Two years ago Chris Gaston, PHD Associated Professor at the Facility of Forestry, University of British Columbia made a
presentation to BAWA on the work of the Forestry Products Innovation Institute in Canada. One of the areas they were looking at were tall buildings.
Brock Commons Tallwood House
At the time the world's tallest timber building was the 53-metre-high, 17 story, Brock Commons Tallwood House in Vancouver, which is a
hybrid with concrete stair towers.
The title of world's tallest timber tower has now been claimed by the Mjøstårnet in Norway which was completed in March 2019. The 85.4-metre-high tower
was built using cross-laminated timber (CLT), a pioneering material that allows architects to build tall buildings from sustainable wood. Timber specialist Moelven Limitre installed the building's timber structure, including elevator shafts made entirely from CLT, and columns made
from glued laminated timber (glulam). Glulam is made from wood that is planed then glued together to form columns or beams, and can be used in the place
of concrete or steel elements.
I keep thinking what I would like to build next; CLT breams are impressive and building with them is practical, but not really an exciting thing
to do. I think it would be more exciting to build a traditional style cathedral with all those massive beams with big joints: now if I can just get a few
hundred volunteers, a big plot of land, an old growth forest and …
The week before the meeting we visited Urban Moose Timber and Design in Newark.
We got to see their uncut logs, cut logs, dried live-edge slabs, the drying kiln,
and the machinery used to cut and surface the slabs. We also got to see the black walnut table top they were working on; it had large cracks and voids filled with black epoxy.
Sections from a Large Monkey tree, Araucaria Araucana or Chilean pine, oozing with sap
John Blackmore checking a stack of slabs
Inside the insulated container that serves as a drying room
The tracks for the sawing machine
The sawing machine stowed in the warehouse when not in use
Harry talked about last year's Toy Workshops where we made Mack trucks. This year we made treasure boxes; Frank Taylor and Harry Filer pre-cut the component parts for 40 boxes
and we have 37 in various stages of completion. During one of the future Toy Workshops we will be finishing them up and staining them. The goal is to have
50 completed by Christmas. We will be donating 25 to each of two different charities.
August 18th: Tom Vogel will talk about Kumiko Zaiku.
September 15th: Dennis Sullivan will talk about how wood is used in architecture, with a focus on how/where wood is being used.
Tom brought in a nice selection of carving tools and examples of pieces he had carved.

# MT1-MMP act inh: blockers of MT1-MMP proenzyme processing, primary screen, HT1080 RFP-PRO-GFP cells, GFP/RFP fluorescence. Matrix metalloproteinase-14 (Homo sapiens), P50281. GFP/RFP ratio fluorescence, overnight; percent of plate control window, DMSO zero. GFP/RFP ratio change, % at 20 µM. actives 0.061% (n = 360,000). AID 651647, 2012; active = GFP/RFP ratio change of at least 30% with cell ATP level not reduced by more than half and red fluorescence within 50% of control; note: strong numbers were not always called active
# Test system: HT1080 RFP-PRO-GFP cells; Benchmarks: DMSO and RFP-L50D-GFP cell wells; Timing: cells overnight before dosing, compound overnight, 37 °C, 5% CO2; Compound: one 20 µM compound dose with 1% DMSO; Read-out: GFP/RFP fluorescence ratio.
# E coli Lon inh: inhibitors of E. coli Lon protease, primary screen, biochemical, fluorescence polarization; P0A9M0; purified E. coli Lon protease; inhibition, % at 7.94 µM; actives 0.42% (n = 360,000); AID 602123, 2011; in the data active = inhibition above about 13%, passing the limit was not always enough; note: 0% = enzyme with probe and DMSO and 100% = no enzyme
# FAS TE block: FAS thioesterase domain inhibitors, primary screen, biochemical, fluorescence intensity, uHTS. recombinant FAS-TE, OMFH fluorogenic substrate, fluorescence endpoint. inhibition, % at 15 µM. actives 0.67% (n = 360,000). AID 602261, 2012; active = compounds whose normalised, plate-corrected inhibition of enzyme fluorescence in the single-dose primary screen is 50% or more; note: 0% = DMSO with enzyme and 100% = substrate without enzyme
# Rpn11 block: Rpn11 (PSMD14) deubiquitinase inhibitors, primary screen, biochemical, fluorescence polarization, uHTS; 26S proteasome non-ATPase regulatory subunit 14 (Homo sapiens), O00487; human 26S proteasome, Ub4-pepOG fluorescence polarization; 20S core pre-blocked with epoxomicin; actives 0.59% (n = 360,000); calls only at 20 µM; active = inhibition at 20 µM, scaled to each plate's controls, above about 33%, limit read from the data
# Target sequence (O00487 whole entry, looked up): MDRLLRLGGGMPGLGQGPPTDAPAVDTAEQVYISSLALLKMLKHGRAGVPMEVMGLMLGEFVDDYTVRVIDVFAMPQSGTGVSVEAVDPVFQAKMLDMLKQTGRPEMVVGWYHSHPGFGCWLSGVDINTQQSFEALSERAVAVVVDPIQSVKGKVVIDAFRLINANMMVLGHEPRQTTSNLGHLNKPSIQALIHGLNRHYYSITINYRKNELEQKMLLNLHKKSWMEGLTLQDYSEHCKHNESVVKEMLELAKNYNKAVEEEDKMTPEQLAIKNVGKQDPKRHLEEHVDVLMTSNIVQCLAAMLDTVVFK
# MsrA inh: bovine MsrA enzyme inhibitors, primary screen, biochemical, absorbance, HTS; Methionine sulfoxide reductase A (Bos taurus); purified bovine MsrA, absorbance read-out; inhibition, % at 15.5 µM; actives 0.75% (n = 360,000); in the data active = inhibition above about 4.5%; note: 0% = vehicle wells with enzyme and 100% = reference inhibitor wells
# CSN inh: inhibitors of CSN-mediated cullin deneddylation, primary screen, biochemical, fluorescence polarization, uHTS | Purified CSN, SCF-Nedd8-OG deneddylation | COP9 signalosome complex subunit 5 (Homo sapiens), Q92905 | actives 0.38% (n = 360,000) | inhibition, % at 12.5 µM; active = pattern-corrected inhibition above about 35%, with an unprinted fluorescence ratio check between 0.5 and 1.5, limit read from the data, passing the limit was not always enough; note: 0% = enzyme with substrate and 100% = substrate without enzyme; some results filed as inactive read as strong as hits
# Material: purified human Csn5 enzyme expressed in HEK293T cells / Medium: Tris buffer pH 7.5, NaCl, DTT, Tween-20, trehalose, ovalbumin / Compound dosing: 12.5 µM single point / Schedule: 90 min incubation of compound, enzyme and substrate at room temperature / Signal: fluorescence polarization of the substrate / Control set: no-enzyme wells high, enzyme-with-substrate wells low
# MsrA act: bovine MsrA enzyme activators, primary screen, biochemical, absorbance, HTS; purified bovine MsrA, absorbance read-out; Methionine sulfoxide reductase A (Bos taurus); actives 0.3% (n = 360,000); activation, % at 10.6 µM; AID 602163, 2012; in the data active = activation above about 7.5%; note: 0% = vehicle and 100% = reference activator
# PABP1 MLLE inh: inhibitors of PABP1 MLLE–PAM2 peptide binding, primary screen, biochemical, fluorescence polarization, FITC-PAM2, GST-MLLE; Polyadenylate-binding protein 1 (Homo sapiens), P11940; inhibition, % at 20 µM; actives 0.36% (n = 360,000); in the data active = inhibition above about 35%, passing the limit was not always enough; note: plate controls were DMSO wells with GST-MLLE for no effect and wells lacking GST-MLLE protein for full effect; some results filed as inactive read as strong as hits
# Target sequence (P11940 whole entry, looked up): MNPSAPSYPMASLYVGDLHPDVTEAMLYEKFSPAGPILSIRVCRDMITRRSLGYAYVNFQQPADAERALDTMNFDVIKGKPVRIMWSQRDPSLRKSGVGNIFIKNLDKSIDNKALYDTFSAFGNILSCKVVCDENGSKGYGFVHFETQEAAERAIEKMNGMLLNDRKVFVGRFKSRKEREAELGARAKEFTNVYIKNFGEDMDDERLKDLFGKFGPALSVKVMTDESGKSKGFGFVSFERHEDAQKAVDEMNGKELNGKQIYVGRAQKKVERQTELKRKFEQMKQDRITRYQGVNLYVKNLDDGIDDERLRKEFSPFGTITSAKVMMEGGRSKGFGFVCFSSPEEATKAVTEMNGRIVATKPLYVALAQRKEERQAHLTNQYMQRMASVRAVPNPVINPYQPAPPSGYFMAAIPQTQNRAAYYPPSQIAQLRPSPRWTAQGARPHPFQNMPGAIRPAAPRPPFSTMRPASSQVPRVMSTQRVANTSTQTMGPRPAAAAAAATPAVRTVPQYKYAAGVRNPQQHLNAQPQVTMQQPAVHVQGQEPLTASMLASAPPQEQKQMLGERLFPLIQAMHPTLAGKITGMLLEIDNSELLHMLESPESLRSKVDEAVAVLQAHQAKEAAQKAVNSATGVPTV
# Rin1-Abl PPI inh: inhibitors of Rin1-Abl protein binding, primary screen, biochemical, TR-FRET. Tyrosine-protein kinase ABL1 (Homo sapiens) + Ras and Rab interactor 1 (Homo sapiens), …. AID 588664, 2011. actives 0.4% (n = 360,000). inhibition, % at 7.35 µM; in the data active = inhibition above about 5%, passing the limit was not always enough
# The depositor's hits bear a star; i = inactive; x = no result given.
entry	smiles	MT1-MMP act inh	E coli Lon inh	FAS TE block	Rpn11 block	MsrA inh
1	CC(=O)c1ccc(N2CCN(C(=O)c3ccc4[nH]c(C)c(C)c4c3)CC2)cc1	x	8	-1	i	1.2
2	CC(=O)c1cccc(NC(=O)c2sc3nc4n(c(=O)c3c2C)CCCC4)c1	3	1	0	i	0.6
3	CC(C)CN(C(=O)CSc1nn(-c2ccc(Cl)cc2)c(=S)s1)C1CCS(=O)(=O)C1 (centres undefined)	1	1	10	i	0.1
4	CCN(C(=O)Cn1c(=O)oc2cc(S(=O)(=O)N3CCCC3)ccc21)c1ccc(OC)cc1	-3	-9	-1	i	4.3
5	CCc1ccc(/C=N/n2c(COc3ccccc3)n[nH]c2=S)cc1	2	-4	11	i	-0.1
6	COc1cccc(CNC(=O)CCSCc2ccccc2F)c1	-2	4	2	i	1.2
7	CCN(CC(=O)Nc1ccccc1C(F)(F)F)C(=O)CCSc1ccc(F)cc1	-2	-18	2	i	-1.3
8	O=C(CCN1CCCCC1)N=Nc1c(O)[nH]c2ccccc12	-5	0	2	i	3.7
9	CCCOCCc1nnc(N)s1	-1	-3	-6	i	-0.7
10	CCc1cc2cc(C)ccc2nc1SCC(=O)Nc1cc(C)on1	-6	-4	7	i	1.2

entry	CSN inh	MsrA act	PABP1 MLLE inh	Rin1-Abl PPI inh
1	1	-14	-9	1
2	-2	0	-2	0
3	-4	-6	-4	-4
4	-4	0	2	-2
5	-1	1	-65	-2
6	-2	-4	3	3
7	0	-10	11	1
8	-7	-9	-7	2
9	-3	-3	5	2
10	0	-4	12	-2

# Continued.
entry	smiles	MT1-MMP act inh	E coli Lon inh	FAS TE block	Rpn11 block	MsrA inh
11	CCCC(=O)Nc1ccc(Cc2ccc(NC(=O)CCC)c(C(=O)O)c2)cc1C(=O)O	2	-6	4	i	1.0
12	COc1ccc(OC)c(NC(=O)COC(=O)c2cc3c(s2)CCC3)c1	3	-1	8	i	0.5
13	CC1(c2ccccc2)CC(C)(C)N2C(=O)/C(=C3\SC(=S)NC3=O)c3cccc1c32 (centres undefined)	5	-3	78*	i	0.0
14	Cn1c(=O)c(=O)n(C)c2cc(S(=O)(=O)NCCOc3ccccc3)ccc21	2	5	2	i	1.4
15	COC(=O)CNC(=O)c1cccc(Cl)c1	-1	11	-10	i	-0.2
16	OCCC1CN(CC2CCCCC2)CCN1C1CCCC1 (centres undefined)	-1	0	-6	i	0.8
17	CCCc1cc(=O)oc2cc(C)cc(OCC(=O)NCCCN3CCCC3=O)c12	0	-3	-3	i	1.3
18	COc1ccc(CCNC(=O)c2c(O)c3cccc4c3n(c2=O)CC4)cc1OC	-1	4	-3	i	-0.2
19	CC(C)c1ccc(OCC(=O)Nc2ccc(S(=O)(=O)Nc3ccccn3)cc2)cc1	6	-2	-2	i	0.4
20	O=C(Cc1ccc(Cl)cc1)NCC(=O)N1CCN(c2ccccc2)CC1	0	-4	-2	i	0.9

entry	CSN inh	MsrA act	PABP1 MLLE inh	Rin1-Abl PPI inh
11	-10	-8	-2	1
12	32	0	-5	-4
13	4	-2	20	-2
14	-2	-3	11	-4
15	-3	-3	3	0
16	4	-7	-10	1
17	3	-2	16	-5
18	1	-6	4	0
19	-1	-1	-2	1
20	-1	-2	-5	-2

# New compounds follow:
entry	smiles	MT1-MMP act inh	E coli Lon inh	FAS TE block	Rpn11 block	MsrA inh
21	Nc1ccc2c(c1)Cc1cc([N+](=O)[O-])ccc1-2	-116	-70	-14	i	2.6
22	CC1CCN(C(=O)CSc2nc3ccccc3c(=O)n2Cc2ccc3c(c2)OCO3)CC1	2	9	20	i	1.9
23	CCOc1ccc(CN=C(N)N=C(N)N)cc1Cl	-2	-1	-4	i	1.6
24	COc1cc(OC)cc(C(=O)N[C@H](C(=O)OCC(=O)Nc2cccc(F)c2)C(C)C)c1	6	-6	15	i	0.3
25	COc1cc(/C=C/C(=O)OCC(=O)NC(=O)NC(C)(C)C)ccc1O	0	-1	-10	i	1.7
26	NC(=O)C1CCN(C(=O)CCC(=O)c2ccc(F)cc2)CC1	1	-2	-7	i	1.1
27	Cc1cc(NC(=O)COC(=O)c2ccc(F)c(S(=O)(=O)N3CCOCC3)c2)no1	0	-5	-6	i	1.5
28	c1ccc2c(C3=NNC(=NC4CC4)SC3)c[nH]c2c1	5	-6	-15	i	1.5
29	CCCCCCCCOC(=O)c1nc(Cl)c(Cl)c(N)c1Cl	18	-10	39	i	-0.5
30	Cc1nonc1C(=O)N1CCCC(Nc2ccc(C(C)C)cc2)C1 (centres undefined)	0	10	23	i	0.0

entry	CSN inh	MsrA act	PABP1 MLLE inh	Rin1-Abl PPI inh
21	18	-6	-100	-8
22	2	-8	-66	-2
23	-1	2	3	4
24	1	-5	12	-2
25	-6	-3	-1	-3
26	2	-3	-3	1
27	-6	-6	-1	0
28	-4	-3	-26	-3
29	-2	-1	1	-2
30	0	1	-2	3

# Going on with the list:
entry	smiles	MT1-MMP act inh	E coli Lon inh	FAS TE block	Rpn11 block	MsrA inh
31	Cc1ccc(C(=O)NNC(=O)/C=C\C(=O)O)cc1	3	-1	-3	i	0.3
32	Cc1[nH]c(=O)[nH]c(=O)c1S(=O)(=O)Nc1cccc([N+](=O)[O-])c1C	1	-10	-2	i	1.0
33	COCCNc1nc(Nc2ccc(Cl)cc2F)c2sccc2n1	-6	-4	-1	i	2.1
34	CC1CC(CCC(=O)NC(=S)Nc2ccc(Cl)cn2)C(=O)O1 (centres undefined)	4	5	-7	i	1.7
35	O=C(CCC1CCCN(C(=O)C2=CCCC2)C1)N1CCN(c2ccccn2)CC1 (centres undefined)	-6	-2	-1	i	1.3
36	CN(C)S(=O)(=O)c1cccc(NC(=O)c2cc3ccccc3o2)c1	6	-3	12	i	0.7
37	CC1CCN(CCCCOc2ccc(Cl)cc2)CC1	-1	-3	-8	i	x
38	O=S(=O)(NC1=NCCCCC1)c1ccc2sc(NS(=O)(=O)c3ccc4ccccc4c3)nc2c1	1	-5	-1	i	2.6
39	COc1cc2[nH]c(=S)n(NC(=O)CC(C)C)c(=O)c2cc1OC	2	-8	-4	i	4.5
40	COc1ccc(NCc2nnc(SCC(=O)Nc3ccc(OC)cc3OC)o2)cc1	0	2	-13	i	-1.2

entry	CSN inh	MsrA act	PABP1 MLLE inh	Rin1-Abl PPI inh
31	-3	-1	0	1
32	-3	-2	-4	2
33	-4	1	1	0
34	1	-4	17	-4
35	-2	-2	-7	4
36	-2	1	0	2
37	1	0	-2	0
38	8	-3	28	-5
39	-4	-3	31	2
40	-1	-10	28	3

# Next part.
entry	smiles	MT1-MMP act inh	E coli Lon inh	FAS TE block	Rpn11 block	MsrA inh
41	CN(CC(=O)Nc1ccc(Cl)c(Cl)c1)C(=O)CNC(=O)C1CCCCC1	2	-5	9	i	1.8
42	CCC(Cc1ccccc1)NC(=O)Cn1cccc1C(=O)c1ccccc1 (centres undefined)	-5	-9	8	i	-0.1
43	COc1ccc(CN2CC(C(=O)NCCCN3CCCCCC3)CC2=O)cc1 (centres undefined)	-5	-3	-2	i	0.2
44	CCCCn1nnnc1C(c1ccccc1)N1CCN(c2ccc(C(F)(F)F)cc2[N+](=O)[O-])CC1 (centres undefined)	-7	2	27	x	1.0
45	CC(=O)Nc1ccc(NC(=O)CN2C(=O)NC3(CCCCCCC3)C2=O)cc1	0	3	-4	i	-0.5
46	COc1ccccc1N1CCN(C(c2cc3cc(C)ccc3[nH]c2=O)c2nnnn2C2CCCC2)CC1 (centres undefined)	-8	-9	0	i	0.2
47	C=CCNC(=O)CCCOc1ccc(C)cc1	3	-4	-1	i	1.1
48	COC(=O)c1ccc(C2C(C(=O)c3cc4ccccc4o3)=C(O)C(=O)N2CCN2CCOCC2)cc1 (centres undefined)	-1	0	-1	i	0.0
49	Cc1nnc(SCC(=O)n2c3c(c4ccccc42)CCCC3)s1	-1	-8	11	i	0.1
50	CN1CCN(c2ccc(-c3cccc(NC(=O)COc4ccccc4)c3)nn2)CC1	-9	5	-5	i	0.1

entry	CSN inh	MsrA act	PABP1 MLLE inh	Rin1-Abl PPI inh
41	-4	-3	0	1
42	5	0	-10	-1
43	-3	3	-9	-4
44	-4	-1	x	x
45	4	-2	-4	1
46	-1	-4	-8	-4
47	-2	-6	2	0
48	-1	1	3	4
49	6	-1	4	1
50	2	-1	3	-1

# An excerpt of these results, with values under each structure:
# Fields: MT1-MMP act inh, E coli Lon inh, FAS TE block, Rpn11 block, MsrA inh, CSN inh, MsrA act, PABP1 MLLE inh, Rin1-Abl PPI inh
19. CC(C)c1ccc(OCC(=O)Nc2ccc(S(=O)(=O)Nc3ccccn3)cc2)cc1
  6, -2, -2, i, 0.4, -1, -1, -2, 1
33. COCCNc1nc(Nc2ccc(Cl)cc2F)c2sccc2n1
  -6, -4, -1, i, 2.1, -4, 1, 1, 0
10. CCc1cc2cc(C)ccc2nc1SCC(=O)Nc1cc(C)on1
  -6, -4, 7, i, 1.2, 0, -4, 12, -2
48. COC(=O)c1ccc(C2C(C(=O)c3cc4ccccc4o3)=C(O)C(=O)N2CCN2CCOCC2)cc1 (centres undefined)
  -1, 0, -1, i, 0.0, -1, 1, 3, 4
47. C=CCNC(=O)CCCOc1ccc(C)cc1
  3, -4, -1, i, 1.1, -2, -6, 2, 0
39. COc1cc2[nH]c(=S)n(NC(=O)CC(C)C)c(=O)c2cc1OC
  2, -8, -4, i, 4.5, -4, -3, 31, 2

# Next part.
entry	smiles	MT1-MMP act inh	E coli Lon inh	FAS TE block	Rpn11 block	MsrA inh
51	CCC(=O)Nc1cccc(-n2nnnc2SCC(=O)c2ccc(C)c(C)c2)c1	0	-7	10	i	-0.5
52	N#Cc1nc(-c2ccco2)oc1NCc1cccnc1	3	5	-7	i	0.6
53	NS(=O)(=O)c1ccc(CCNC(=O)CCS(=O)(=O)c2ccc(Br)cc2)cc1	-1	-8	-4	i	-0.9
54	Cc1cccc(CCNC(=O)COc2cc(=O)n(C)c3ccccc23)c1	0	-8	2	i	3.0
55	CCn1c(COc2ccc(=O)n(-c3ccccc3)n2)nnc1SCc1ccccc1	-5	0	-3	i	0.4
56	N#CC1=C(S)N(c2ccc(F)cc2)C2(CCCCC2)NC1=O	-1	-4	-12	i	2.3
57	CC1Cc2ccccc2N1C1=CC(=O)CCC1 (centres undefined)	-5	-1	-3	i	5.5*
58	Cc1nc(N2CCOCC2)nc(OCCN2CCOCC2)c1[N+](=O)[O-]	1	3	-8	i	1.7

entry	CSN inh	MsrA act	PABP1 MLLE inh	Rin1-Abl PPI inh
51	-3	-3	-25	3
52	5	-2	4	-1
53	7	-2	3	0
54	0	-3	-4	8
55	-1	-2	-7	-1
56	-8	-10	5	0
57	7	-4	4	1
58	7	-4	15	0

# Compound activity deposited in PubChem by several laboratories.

One of the pieces was a porpoise that was
placed outdoors above his hot tub so it would move in the wind.
He stressed the importance of having a good method of holding the wood stationary while carving and also
being able to turn the piece around to access all sides of the piece. He told us that there are short tools for one-handed carving and longer tools for two-handed carving.
There are straight-edge tool and curved-edge tools. The curved-edge tools come in different radii, depending on how small or large you want the cut to be.
He talked about
sharpening and how you don't want to put a hollow grind on the carving tools. You cut the primary bevel at about 20 degrees and put a small secondary bevel on the
opposite side of the tool. He often uses 500-600 grit sand paper wrapped around a dowel to cut the secondary bevel on the tool.
Accordng to Tom the best choice for wood that is easy to carve is basswood, also called limewood. Tupelo (cottonwood), and fruit woods like walnut, pecan, almond are also good for
carving. Mahogany and jelutong are good choices, too. He said soft woods like pine tend to bruise and are not a good choice. He said that you can carve wet wood if you
are doing small projects like spoons, but usually, dried wood is best if you want to avoid splits and cracks.
Cutting across the grain is best, but cutting with
the grain down into the grain works, too just avoid cutting up into the grain or you risk chipping the wood.
Tom presented a slide show of the work of Jim Smock, who lives in Santa Barbara. Jim carves full-size figures, including famous people and Design characters. His
work is superb.
Bruce Powell mentioned that the De Young Museum has a carved fireplace on display that has animals carved into it and the work is outstanding.
Burt Rosensweig showed his small models of the Pitts biplane and Cessna 172 and mentioned that they were made the way Tom had discussed in his presentation: roughed out
on the bandsaw and then carved close to the final shape.
Hank brought in a wood puzzle he made. (sorry no picture)
Bruce Powell and Yeung Chan explained exactly what quarter sawn wood is.